I have been involved in a discussion over at MacDoctor Moments on various aspects of the abortion debate, though in this post I don’t want to talk about that issue. In the course of this discussion Chuck advocated for a policy of direct democracy to decide moral issues and it is this that I want to explore.
Before addressing direct democracy I want to look at the term “moral issue.” Which issues are moral issues and which are not? What do people mean when they say this? Every piece of legislation is a moral issue to some extent. When legislators pass laws they have the power to restrict people’s freedoms or impose obligations and they have the state to back up these expectations with force for non-compliance. The question as to whether or not they should pass such laws is always a moral one because prima facie it is wrong to coerce others by force. Of course there may be instances were the state is justified in making a particular legislative move but to say that the state is justified is to make a moral claim.
Those who refer to some issues as moral ones and others not, tacitly assume that unless one is talking about sex or something typically associated with moral conservatism the legislation the state passes is not moral. This is a very truncated view of what a person’s moral obligations are.
Parliament has a standing practice of not using whips and allowing conscience votes on matters of “moral legislation.” There is something almost machiavellian about this because it suggests that governing is an a-moral exercise; that on most issues either an MP’s conscience has nothing to say or that an MP has no duty to do what is right but is rather obligatied to follow their peers. Proof positive that MP’s have a lot in common with teenagers.
The arbitrary nature of this distinction can be seen in Chuck’s examples, he cites the “anti-smacking bill” and “abortion” as moral issues. However, why is smacking a moral issue and assault not? Why is abortion a moral issue and not homicide (or appendectomies if you are pro-abortion)?
I think it is outrageous that any militant group can force legislation that is opposed by 80% of the people whether it is to do with smacking or abortion.
If we had direct democracy on moral issues instead of allowing these issues to be determined by fanatical pressure groups we would have better law.
If they [MP’s] had a conscience they would support direct democracy and not be so arrogant.
Note the assumption that if the majority support something then it is unjust for any government to pass a law contrary to it. This is clearly false. If the majority supported looting Asian stores on Thursdays the legislature would have an obligation to refuse to legalise this. The government owes a duty to protect the property and liberty of Asian store owners, even if they are a minority, even if the majority demand it. However, Chuck says that it is arrogant for people to suggest that the majority might be wrong.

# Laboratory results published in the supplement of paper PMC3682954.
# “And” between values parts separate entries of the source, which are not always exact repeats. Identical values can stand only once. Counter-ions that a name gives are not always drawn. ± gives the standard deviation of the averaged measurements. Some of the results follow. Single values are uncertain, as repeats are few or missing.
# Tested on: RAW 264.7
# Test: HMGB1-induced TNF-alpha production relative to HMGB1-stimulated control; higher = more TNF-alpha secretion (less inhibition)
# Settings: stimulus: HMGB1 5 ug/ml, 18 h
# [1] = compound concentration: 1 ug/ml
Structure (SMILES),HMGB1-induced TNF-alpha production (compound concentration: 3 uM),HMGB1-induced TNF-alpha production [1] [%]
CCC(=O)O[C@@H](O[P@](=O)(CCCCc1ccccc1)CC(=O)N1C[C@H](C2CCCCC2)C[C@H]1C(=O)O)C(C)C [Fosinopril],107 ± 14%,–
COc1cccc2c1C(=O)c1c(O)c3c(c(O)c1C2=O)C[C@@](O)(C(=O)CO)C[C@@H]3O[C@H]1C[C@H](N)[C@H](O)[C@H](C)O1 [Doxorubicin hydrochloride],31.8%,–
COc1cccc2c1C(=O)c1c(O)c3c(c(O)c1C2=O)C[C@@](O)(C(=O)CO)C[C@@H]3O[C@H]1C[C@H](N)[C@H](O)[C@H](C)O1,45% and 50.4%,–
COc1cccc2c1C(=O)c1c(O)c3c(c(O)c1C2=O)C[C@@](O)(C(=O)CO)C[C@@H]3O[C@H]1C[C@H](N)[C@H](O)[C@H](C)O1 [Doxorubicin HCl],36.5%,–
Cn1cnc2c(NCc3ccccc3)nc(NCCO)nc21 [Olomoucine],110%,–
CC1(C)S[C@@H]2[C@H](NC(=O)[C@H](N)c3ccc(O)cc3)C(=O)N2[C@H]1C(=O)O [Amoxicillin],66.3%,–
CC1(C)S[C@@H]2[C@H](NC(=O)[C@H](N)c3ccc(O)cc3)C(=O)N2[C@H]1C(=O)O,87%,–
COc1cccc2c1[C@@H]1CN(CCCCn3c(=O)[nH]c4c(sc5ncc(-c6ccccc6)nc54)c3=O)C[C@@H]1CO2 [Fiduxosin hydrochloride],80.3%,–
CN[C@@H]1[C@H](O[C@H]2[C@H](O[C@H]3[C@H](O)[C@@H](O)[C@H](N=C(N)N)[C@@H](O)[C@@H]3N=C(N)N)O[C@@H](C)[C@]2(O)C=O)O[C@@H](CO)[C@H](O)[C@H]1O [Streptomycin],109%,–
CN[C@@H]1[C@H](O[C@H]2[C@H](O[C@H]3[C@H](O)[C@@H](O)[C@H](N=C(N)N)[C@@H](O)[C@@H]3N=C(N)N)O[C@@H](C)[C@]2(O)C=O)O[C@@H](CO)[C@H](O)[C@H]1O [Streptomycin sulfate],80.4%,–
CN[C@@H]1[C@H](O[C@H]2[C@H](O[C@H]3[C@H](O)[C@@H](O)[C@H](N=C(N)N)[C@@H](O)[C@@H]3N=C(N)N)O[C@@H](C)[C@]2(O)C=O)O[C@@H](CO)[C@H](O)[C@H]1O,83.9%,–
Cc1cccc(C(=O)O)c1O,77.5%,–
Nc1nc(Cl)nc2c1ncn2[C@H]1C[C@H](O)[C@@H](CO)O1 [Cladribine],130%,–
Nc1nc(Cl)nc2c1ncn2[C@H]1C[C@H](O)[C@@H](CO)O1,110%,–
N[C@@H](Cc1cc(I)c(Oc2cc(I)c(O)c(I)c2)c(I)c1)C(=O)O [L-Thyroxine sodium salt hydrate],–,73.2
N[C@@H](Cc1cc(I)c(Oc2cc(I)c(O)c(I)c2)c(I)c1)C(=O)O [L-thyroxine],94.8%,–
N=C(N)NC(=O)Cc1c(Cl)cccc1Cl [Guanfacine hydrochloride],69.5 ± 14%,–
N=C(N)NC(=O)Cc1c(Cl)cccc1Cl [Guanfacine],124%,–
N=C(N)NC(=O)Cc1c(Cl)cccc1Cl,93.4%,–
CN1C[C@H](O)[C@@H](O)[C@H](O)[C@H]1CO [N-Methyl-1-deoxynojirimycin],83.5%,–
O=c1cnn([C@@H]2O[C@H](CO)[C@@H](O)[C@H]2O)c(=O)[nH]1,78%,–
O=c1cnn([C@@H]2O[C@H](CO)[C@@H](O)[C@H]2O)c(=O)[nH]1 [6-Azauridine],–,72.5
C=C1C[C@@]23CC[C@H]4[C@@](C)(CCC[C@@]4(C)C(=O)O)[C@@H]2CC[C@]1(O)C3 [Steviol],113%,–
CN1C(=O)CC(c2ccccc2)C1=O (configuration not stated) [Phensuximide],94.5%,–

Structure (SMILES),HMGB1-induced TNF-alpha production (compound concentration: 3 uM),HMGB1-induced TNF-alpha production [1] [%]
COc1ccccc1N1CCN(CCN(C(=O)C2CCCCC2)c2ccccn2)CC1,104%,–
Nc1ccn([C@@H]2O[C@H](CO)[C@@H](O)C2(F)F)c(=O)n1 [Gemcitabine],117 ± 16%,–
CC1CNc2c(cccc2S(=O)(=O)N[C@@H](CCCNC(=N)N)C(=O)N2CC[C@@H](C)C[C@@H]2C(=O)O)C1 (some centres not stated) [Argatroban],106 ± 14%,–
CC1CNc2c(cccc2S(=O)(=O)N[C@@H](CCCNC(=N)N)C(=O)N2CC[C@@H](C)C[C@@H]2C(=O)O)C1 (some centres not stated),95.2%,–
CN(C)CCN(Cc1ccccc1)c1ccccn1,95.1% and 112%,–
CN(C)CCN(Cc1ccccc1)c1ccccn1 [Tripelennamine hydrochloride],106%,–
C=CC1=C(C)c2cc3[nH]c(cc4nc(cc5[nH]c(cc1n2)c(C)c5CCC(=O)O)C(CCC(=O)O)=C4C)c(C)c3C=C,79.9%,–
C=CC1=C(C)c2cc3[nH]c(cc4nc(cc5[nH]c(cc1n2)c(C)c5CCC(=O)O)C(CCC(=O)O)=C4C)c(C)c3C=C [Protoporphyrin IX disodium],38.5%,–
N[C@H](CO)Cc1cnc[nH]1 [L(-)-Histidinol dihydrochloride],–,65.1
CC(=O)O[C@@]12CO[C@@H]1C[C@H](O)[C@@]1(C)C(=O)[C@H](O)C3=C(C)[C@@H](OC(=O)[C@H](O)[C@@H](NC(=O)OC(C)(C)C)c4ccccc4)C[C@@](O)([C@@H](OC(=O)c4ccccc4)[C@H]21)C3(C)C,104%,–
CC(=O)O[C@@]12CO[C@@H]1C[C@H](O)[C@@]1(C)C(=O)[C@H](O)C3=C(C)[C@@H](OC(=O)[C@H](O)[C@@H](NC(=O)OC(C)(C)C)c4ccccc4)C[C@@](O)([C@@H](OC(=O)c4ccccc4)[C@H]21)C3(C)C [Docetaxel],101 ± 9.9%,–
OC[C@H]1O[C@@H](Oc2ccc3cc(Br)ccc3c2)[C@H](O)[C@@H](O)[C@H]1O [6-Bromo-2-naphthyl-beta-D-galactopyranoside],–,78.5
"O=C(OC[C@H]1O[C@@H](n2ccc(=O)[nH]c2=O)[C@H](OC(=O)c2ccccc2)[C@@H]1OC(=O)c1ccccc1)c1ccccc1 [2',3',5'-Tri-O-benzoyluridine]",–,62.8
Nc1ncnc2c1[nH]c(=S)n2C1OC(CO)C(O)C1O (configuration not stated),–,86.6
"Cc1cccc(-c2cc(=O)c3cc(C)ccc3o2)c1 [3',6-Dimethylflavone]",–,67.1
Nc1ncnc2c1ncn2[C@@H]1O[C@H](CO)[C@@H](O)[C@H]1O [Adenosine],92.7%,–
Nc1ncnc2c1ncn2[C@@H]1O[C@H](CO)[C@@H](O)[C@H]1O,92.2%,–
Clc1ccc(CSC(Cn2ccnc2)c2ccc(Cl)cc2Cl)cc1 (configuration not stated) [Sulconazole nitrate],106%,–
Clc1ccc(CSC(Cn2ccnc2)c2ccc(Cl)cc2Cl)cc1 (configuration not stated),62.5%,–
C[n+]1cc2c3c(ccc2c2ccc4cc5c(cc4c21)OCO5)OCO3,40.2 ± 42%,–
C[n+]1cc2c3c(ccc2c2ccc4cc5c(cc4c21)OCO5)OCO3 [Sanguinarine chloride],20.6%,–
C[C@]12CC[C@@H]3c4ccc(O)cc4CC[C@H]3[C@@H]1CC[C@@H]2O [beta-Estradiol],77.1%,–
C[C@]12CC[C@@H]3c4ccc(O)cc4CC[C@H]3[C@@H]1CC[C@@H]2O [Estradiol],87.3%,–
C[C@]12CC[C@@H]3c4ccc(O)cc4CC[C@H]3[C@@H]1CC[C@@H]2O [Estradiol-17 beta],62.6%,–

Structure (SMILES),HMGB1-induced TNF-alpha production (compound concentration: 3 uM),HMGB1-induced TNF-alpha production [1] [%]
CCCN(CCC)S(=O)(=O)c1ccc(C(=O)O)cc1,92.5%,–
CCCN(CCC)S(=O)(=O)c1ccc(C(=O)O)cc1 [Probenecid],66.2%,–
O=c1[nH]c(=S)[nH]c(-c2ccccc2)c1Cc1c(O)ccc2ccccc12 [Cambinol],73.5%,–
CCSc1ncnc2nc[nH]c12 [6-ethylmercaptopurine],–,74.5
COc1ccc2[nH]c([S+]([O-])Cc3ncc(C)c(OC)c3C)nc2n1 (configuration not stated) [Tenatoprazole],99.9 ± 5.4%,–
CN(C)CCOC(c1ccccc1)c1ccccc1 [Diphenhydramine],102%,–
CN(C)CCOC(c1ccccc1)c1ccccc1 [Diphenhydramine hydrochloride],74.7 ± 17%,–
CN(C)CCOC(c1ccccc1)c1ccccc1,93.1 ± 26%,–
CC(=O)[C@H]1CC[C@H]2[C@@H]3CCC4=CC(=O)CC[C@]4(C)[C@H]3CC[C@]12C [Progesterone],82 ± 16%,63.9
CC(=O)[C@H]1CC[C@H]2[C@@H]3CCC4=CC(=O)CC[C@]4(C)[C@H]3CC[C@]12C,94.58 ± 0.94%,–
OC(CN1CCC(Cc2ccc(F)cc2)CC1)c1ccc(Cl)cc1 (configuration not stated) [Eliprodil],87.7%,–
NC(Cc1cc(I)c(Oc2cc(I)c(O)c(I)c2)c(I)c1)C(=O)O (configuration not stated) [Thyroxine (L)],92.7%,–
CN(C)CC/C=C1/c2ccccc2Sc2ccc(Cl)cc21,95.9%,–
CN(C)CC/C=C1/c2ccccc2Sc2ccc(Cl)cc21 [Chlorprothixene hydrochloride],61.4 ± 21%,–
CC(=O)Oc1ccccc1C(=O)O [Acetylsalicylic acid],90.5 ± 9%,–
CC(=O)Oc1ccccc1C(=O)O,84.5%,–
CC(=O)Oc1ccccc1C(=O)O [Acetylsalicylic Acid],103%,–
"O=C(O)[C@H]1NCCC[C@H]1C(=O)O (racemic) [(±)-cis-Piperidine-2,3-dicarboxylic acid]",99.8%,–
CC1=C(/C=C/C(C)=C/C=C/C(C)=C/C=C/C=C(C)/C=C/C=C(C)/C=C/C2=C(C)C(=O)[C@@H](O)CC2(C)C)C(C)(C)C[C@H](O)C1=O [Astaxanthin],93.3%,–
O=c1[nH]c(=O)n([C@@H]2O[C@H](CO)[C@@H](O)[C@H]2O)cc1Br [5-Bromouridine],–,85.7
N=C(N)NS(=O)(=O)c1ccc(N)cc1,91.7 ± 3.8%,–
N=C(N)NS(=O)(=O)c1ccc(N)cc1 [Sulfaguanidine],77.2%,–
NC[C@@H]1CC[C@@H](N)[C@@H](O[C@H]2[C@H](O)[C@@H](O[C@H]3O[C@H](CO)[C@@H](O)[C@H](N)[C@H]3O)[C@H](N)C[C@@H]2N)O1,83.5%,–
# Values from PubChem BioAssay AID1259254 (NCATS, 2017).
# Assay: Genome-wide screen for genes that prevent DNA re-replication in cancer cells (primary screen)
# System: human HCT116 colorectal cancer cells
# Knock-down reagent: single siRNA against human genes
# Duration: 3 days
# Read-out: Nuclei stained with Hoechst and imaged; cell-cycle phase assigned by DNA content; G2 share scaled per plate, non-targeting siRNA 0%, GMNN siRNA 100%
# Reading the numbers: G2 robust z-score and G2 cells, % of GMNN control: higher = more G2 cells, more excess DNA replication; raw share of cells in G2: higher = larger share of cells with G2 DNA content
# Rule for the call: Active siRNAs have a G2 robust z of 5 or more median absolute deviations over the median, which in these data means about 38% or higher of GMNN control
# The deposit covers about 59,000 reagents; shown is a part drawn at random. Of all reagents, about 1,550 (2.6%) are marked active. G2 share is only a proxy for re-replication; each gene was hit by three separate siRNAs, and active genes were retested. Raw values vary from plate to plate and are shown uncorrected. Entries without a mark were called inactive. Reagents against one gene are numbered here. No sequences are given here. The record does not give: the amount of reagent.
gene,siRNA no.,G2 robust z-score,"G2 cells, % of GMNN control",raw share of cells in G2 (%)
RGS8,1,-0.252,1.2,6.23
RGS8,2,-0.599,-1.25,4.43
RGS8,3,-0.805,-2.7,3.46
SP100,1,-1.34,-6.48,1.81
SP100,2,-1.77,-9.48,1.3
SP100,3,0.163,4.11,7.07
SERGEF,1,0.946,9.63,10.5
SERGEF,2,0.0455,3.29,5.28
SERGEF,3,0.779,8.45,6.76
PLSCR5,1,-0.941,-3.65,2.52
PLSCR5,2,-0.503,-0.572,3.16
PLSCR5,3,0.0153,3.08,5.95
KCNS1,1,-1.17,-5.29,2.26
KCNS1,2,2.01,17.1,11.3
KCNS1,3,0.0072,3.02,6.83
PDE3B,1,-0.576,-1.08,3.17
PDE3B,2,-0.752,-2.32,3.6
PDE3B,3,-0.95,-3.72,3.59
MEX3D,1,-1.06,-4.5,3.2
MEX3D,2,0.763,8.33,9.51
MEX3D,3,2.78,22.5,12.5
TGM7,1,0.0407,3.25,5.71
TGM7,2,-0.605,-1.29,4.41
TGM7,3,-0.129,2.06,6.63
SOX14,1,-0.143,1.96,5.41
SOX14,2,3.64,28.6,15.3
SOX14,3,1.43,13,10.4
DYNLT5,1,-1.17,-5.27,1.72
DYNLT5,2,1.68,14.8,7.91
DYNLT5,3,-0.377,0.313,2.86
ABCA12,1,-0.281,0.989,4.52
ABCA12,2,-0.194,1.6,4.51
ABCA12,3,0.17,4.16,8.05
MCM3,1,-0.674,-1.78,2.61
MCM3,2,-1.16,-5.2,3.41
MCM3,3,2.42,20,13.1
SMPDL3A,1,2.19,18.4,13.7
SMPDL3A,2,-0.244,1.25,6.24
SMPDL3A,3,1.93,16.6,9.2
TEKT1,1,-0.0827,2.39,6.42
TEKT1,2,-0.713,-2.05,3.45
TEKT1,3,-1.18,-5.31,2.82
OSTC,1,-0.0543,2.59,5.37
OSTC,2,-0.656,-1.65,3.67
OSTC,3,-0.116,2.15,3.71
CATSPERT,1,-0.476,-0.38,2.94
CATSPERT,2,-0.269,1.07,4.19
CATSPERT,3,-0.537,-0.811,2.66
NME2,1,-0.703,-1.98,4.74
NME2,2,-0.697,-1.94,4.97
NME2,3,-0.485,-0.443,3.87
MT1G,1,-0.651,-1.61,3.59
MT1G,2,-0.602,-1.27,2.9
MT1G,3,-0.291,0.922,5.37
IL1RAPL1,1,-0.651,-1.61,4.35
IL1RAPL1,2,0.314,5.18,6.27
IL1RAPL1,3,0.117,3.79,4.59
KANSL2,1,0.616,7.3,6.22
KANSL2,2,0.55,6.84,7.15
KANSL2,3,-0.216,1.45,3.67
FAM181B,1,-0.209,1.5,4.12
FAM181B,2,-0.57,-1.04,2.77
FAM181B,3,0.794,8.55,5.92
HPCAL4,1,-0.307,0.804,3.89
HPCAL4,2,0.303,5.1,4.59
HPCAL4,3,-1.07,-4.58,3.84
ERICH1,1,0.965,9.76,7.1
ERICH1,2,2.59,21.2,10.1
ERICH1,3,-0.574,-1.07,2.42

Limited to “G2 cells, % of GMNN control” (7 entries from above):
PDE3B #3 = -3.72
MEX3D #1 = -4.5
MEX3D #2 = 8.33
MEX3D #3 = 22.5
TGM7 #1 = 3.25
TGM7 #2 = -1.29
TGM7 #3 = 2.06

Now Chuck may seem like a colourful example who takes the whole concept slightly further than most but I think he is a good example of the inherent flaws in the binding referendum movement and his reasoning follows from their basic line of argument. Those who support binding referenda believe that if 51% of the population vote for something then the state is obligated to pass that directive into law. Further, the fact they want it binding is evidence that they think that any legislator who does not do what the majority wants is arrogant and above the people, they just don’t phrase it like Chuck but the assumption remains.
However, the whole point of having a legislature is to ensure that justice prevails, not popularity or mob rule. The state has an obligation to protect the rights of all citizens, even unpopular minorities.
Democracy has its problems but it remains the best option. As Wolff argued in his adaptation of Plato’s Republic (Plato was much more familiar with direct democracy than any of us are) if you had a medical problem you would consult someone with a degree of expertise in medicine, a doctor; you would not organise a vote on what the public think the appropriate diagnosis is. Likewise, why should those without a degree of expertise, the general populace, vote on matters of state when they are as ill informed about them as they are about medicine?
Of course power corrupts and anyone in a position of power must be subject to checks and balances. The doctor has to answer to the medical council and is ultimately answerable to the Minister of Health. In the same way the MP has to answer to the public and the public has the power to vote them out of office. However, one must be careful to not confuse the right to participate in choosing who will govern with a right to choose which specific acts of government will be passed.